Cold drinks may increase the risk of obesity and other metabolic disorders far more than starchy foods

A new position paper on the effect of diet on the risk of obesity and other metabolic diseases says that sugar sweetened beverages – what we commonly call cold drinks – may have the “worst” calories.

While calories from any food have the potential to increase the risk of obesity and other cardiometabolic diseases, 22 nutrition researchers agree that sugar-sweetened beverages play a unique role in chronic health problems. The disease risk increases even when the beverages are consumed within diets that do not result in weight gain.

It’s just one of the conclusions published today in Obesity Reviews by a group of researchers who participated in the 2017 CrossFit Foundation Academic Conference. The task of the researchers was to deliberate the question: Are all calories equal with regards to effects on cardiometabolic disease and obesity?

The paper provides an extensive review of the current science on diets that can lead to obesity, cardiovascular disease and Type 2 diabetes.

“What’s new is that this is an impressive group of scientists with vast experience in nutrition and metabolism agreeing with the conclusion that sugar-sweetened beverages increase cardiometabolic risk factors compared to equal amounts of starch,” said lead author Kimber Stanhope, a research nutritional biologist with the School of Veterinary Medicine at the University of California, Davis.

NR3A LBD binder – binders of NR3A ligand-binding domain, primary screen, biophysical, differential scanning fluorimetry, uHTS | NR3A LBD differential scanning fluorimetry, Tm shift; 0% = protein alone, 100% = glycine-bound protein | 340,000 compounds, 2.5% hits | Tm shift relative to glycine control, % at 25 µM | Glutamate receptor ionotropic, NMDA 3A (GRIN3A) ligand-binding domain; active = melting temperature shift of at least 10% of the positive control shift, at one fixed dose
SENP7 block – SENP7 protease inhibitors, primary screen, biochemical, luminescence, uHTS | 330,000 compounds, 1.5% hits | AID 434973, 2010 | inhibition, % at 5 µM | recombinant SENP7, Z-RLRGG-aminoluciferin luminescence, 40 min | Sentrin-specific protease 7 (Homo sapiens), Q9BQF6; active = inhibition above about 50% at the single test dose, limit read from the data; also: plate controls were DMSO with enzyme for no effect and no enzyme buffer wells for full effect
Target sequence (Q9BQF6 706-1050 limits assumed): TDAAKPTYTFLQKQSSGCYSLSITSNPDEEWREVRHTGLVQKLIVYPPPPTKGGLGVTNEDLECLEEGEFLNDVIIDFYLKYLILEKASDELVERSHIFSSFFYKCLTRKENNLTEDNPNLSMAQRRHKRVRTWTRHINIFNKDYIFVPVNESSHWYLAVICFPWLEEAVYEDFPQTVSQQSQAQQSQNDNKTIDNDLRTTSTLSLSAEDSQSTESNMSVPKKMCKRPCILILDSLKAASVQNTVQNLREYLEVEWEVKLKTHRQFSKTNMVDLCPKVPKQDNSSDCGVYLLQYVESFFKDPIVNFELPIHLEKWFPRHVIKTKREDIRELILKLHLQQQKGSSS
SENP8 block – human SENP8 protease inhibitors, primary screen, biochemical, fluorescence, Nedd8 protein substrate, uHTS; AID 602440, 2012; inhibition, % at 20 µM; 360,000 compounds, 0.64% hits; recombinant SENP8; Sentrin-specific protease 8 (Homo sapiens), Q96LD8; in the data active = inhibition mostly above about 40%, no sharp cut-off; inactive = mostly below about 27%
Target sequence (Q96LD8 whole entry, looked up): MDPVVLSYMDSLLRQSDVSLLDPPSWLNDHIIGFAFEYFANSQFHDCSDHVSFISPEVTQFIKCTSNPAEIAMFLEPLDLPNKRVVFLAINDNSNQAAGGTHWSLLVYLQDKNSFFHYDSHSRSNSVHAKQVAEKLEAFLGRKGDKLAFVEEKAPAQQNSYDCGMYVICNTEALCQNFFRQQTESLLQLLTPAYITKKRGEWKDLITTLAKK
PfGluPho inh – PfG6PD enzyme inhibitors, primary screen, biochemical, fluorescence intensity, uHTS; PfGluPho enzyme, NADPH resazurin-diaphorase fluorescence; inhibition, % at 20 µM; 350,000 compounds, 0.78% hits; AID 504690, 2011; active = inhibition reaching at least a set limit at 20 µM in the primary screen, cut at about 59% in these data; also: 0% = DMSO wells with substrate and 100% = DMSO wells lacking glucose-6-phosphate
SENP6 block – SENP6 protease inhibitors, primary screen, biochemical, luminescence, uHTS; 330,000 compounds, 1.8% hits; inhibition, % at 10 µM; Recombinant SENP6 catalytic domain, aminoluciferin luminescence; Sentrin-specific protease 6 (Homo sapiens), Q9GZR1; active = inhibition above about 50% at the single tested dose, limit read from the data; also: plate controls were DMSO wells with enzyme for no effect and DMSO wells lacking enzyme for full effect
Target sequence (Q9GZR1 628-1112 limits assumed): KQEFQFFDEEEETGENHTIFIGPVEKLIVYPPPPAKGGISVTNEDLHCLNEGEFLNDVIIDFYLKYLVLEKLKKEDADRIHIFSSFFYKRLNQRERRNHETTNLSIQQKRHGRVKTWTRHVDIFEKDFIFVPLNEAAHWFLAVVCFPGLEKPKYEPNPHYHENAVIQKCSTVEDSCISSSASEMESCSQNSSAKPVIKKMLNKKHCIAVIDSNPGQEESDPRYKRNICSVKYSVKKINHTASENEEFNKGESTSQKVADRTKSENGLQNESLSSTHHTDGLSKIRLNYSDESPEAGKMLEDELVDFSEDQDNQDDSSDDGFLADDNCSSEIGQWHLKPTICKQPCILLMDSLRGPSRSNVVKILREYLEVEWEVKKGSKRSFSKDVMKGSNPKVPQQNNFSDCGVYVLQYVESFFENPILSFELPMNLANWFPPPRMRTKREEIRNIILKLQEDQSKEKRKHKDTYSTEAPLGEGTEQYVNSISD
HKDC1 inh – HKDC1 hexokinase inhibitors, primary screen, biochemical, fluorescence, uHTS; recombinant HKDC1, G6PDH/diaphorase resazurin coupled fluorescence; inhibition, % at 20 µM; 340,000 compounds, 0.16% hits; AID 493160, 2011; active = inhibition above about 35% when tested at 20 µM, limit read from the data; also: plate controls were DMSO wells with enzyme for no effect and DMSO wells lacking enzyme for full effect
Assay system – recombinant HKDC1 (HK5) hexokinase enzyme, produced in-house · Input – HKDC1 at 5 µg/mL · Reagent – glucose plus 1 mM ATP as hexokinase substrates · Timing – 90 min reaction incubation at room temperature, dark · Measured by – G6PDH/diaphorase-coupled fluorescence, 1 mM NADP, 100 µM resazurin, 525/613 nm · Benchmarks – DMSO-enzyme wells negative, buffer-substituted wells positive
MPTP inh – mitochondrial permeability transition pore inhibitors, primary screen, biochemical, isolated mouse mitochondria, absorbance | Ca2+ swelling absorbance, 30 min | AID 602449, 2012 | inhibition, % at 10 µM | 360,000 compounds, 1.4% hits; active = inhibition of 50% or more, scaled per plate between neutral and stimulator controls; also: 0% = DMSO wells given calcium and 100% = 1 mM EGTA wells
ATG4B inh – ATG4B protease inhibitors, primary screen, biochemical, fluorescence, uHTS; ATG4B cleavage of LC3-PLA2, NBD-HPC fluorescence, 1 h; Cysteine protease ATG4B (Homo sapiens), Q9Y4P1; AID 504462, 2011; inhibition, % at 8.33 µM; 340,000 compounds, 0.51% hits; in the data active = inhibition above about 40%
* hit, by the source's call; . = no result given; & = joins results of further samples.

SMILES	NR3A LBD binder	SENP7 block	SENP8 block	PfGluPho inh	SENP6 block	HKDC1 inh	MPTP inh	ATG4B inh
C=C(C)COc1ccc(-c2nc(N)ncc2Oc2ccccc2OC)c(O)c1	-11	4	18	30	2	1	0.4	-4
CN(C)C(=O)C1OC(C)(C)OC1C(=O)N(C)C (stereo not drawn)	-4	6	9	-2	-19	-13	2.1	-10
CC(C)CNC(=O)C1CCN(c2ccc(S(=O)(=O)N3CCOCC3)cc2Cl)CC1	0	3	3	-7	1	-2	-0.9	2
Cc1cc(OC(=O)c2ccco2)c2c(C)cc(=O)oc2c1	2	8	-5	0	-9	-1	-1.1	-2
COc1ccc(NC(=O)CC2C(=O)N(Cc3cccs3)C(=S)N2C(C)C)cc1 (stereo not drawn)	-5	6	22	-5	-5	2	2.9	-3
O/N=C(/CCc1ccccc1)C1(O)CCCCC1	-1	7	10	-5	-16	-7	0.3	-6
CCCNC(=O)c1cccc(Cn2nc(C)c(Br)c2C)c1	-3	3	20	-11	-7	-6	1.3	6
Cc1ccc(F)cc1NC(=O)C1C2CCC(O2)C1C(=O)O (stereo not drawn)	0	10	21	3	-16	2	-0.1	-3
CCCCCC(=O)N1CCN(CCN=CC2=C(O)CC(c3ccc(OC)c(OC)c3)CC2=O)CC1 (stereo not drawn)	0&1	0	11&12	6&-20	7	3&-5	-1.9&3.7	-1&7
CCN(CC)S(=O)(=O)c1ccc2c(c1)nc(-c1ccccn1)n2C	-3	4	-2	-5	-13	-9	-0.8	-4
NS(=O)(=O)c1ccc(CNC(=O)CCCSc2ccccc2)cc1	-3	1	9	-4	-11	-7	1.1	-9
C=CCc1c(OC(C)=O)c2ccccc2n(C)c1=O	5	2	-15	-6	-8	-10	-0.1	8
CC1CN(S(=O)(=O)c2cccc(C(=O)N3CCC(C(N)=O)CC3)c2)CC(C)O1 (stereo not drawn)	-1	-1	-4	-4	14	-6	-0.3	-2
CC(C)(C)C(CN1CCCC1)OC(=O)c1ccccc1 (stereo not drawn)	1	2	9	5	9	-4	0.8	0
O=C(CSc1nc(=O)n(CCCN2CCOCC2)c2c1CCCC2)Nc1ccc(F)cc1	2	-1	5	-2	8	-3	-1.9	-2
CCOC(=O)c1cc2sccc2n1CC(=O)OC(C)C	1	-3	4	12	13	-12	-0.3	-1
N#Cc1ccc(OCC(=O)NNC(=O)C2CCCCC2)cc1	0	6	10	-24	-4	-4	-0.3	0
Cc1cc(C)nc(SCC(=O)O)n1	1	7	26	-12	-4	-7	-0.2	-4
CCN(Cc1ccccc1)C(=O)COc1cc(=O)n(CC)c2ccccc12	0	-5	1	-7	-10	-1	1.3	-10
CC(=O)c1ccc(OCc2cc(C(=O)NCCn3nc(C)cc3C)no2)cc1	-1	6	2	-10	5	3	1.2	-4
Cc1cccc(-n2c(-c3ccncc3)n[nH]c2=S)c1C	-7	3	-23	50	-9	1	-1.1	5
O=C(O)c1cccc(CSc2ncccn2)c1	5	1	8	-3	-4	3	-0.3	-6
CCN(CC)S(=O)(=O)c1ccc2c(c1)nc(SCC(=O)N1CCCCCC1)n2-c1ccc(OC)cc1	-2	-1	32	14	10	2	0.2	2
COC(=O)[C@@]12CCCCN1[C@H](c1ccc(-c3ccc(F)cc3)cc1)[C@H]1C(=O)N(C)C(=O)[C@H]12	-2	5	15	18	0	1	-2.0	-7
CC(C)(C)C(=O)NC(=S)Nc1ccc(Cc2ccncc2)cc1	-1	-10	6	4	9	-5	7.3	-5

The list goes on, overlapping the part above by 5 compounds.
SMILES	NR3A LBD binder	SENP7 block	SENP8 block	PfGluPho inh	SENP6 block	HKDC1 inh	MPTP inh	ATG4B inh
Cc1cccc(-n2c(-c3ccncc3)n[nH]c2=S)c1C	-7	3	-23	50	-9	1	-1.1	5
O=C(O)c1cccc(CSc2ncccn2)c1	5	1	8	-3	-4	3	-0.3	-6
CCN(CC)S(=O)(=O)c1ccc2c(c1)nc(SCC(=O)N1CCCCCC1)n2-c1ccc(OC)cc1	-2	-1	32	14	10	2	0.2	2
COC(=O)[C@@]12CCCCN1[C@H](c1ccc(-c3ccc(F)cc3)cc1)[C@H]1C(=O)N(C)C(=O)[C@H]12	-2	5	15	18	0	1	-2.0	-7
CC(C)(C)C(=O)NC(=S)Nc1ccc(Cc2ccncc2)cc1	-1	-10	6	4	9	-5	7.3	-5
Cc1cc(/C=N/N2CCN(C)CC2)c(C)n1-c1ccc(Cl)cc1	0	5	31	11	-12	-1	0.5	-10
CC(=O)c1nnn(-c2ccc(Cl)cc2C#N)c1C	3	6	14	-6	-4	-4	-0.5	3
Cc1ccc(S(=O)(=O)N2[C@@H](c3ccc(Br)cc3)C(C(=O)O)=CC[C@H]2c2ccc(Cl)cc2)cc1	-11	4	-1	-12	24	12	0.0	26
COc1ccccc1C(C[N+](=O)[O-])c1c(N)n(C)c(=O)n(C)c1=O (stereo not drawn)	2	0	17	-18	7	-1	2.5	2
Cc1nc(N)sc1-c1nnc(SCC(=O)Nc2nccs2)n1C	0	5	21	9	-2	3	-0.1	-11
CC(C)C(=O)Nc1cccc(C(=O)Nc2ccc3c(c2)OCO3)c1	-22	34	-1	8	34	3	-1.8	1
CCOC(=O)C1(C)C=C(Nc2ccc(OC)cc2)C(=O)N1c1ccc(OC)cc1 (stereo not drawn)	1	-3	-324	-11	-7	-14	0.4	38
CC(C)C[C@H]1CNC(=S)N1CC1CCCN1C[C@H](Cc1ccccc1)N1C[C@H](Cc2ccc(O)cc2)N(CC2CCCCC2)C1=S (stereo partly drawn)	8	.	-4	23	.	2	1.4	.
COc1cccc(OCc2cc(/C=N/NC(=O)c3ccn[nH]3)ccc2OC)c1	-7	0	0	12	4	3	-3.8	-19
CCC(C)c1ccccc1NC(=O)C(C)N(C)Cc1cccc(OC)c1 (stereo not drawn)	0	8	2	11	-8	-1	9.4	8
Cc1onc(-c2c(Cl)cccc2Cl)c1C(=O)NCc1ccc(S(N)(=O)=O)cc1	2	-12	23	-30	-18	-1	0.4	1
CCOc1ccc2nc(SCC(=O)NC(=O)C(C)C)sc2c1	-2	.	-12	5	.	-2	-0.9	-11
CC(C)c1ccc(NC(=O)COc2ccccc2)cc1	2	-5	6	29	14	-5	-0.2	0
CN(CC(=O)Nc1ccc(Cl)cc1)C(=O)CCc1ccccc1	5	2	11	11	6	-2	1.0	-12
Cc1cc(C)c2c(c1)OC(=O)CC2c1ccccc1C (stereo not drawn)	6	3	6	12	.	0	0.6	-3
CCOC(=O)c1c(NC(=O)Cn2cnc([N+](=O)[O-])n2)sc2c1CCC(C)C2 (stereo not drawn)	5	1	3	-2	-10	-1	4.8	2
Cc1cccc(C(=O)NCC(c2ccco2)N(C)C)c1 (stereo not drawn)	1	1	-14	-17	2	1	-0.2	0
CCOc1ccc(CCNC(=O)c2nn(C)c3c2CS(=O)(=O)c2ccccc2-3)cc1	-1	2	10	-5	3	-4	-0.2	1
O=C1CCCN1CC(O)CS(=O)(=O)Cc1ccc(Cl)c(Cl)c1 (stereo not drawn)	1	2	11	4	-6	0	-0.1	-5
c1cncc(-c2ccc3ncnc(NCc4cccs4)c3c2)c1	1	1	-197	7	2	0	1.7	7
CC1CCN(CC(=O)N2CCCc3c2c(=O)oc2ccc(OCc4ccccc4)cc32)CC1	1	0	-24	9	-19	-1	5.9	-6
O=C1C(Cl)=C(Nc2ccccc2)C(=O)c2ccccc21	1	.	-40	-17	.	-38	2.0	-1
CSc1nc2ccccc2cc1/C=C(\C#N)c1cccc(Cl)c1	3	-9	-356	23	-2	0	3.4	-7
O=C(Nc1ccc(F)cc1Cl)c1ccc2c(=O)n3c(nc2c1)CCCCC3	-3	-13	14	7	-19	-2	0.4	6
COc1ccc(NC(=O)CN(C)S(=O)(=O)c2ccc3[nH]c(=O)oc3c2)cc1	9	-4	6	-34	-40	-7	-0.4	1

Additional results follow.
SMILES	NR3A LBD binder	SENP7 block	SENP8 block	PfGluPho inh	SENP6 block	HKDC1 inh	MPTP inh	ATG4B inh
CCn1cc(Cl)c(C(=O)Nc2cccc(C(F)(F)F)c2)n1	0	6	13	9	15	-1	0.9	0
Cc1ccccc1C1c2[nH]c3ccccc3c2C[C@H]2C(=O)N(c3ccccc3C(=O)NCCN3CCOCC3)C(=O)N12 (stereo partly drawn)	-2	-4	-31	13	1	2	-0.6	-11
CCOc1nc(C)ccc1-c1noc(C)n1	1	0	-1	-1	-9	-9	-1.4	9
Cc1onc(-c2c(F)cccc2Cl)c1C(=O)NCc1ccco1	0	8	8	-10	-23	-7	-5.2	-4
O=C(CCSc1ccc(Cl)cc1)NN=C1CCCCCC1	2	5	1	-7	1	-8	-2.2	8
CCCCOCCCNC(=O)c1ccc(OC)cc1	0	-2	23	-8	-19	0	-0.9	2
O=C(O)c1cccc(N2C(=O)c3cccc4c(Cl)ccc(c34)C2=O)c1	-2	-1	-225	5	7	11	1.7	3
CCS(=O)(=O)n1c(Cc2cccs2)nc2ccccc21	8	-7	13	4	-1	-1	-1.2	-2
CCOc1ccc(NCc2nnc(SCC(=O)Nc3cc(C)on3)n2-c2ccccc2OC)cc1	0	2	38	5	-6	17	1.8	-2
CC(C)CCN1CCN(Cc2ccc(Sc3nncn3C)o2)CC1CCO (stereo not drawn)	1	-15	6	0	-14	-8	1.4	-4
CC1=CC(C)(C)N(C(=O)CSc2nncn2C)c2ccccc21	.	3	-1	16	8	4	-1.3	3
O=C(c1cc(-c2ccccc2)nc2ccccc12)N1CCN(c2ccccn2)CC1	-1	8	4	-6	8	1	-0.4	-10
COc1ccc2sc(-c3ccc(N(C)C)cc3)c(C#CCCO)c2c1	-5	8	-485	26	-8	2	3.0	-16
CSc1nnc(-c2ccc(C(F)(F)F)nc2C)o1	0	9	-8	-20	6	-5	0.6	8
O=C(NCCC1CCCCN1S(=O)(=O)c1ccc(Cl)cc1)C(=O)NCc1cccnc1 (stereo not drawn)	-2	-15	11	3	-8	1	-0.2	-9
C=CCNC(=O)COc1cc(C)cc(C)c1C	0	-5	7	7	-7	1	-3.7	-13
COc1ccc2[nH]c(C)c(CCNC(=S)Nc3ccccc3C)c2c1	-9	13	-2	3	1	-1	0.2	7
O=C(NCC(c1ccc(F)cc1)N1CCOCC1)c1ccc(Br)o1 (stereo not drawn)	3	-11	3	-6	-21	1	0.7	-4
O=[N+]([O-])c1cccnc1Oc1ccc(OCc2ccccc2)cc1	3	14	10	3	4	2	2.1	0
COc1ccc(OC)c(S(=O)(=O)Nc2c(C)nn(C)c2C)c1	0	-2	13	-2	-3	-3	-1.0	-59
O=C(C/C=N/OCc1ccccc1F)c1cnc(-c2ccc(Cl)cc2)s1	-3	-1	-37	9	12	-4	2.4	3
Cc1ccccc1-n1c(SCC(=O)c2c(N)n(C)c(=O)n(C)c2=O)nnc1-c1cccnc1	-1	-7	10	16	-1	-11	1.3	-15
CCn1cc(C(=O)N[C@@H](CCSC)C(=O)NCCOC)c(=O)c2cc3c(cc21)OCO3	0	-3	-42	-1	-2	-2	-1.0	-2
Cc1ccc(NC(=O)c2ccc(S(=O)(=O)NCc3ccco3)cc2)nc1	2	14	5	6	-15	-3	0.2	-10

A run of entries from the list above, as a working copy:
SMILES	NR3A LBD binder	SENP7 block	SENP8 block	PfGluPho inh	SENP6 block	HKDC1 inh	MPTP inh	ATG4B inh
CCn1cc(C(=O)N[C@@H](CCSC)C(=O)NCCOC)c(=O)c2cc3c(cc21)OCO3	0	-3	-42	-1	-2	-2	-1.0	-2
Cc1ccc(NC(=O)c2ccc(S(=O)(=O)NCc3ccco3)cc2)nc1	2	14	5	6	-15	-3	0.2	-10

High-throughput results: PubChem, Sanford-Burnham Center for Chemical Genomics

Dairy foods such as cheese and yogurts, which can be high in saturated fats, have been associated with reduced cardiometabolic risk.

SUGAR SUBSTITUTE WON’T MAKE YOU FAT

Another interesting point of consensus among researchers is the role of the sugar substitute aspartame. The authors agreed that aspartame does not promote weight gain in adults. Stanhope said this might come as a surprise to most people.

“If you go on the internet and look up aspartame, the layperson would be convinced that aspartame is going to make them fat, but it’s not,” said Stanhope. “The long and short of it is that no human studies on noncaloric sweeteners show weight gain.”

The authors also agreed that consumption of polyunsaturated (n-6) fats, such as those found in some vegetable oils, seeds and nuts, lowers disease risk when compared with equal amounts of saturated fats. However, that conclusion comes with a caveat. Dairy foods such as cheese and yogurts, which can be high in saturated fats, have been associated with reduced cardiometabolic risk.

The paper reviews the significant challenges involved in conducting and interpreting nutrition research.

“We have a long way to go to get precise answers on a lot of different nutrition issues,” said Stanhope. “Nevertheless, we all agree that a healthy diet pattern consisting of minimally processed whole grains, fruit, vegetables, and healthy fats promotes health compared with the refined and palatable typical Western diet pattern.”

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